Devuyst, Youri (1995) Transatlantic Trade Policy: US Market Opening Strategies. European Policy Paper #1. [Policy Paper]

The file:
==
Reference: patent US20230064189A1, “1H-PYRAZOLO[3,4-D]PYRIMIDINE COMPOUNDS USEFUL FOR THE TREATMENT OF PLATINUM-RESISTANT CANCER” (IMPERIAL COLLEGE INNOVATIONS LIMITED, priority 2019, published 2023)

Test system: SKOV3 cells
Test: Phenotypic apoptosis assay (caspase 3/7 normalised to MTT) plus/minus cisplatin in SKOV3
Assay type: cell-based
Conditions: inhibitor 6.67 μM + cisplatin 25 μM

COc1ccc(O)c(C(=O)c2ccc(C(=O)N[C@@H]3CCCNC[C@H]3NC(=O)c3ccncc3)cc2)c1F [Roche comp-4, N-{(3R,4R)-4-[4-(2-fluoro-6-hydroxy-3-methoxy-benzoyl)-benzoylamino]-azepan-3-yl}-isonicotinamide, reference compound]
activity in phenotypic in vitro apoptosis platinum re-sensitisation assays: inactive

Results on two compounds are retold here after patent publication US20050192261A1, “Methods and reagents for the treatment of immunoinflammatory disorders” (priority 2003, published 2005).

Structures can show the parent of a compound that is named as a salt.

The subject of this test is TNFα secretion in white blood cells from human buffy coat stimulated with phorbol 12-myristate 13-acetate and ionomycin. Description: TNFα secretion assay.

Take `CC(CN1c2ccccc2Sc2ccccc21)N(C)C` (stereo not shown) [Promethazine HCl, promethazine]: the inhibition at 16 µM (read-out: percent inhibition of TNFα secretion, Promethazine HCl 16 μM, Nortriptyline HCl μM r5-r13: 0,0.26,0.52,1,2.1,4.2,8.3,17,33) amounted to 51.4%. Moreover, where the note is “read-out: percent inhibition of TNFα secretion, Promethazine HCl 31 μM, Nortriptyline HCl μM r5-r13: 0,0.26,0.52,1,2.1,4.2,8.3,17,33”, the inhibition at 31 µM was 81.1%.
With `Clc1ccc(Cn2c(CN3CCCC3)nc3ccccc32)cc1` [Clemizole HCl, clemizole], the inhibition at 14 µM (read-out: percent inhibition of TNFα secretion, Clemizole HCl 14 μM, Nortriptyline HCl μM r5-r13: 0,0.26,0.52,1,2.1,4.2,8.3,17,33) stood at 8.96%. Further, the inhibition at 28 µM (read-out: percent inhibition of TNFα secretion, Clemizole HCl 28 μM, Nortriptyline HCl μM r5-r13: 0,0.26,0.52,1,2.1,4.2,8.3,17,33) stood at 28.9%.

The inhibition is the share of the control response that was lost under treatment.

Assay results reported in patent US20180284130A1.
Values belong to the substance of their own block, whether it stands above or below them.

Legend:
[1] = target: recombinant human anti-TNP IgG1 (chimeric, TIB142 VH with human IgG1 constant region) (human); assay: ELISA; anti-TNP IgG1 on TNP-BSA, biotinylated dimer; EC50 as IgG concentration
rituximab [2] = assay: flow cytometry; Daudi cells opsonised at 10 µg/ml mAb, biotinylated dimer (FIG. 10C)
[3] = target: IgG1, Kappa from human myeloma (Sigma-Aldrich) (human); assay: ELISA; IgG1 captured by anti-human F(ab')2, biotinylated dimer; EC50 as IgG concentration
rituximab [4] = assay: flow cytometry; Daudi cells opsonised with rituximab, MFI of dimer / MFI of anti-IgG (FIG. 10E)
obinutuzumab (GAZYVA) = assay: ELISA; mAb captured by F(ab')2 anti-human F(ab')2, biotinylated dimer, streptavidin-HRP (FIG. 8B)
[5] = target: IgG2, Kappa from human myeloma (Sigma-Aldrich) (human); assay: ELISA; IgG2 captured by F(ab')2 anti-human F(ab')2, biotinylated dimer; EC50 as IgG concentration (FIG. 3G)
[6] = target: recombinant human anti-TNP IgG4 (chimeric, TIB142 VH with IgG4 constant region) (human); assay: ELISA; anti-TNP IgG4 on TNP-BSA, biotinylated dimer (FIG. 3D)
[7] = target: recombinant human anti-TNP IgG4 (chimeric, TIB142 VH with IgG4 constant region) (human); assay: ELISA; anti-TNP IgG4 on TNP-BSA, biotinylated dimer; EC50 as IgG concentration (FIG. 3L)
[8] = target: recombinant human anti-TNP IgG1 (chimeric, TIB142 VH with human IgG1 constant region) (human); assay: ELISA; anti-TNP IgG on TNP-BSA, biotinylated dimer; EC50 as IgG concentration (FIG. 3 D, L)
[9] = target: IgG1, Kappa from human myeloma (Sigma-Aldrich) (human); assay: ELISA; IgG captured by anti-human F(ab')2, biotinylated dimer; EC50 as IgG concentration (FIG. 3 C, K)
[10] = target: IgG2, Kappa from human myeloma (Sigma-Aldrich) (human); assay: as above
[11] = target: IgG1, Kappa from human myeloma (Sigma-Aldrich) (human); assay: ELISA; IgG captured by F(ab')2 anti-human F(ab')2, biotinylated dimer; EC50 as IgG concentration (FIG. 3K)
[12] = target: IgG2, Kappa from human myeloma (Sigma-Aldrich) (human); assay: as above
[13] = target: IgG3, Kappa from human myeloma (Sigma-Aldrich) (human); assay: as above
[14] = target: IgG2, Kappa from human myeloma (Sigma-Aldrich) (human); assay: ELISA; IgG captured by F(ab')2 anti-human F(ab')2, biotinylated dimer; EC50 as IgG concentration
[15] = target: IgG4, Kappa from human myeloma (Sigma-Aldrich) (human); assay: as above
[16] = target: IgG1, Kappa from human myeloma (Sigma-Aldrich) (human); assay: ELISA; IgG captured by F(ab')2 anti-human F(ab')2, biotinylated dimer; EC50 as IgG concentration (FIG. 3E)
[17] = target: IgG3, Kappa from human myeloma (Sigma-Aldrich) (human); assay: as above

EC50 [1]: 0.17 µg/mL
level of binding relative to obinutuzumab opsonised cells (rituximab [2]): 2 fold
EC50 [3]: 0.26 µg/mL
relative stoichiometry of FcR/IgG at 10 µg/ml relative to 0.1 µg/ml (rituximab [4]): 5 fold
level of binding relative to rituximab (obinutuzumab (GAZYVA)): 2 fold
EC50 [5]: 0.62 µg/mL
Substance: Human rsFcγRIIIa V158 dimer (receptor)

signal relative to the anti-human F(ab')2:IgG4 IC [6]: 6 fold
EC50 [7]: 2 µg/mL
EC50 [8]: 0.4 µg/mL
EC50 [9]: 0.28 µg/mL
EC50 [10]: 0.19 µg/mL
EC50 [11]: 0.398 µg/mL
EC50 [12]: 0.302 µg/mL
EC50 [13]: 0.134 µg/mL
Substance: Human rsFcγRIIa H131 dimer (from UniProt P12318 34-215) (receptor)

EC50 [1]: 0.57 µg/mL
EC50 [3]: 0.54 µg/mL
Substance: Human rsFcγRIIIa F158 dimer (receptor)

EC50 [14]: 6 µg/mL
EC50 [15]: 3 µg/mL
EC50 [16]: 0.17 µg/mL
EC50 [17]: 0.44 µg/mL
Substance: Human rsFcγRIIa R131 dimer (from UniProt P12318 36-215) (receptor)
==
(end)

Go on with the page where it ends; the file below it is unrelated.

[Introduction.] Since the 1950s, the European Community (EC) has been trying to build up a new independent legal and economic order. This exercise has been difficult and gradual. Indeed, each step forward in the build-up of the community's legal and economic order requires a new compromise formula between the member states--for example, between the free traders and the economic interventionists; between the more service-oriented, the more industrial-oriented, and the more agricultural economies; and between the richer and the poorer regions. Obviously, the Community is not developing in a vacuum. Since the Community is a major player in international trade relations, its development has an effect, not only within the EC, but also on third countries. Naturally, since Community measures also affect third countries, those third countries, including the United States (US), have been trying to influence or even control the final shape of the EC's legal and economic order. As Jeffrey Garten, the US Under Secretary of Commerce for International Trade, has recently explained, the US is determined to try and shape its trading partners' economic system in view of the US market opening objective. According to Garten, Washington would use its power to try to pry open markets even if it meant challenging "the very industrial organization of countries"(cited in Friedman, 1995). As a result, tension has developed between, on the one hand, the EC's sovereign right to set up its own legal order and, on the other, the outside world's interest in monitoring and influencing the EC's development. This paper examines this tension as it arises in the relationship between the Community and the United States. More specifically, the paper deals with the institutional strategies (multilateral, bilateral, and unilateral) used by the United States to monitor the EC's development and to keep the Common Market open for US exports. The main question is how far each of the institutional strategies was able to help resolve, or better, help prevent, "market opening" conflicts between the US and the EC. At the end of the paper, the current US market opening options toward the EC will be analyzed, including the recent suggestion to create a Transatlantic Free Trade Area (TAFTA) similar to the North American Free Trade Agreement (NAFTA).
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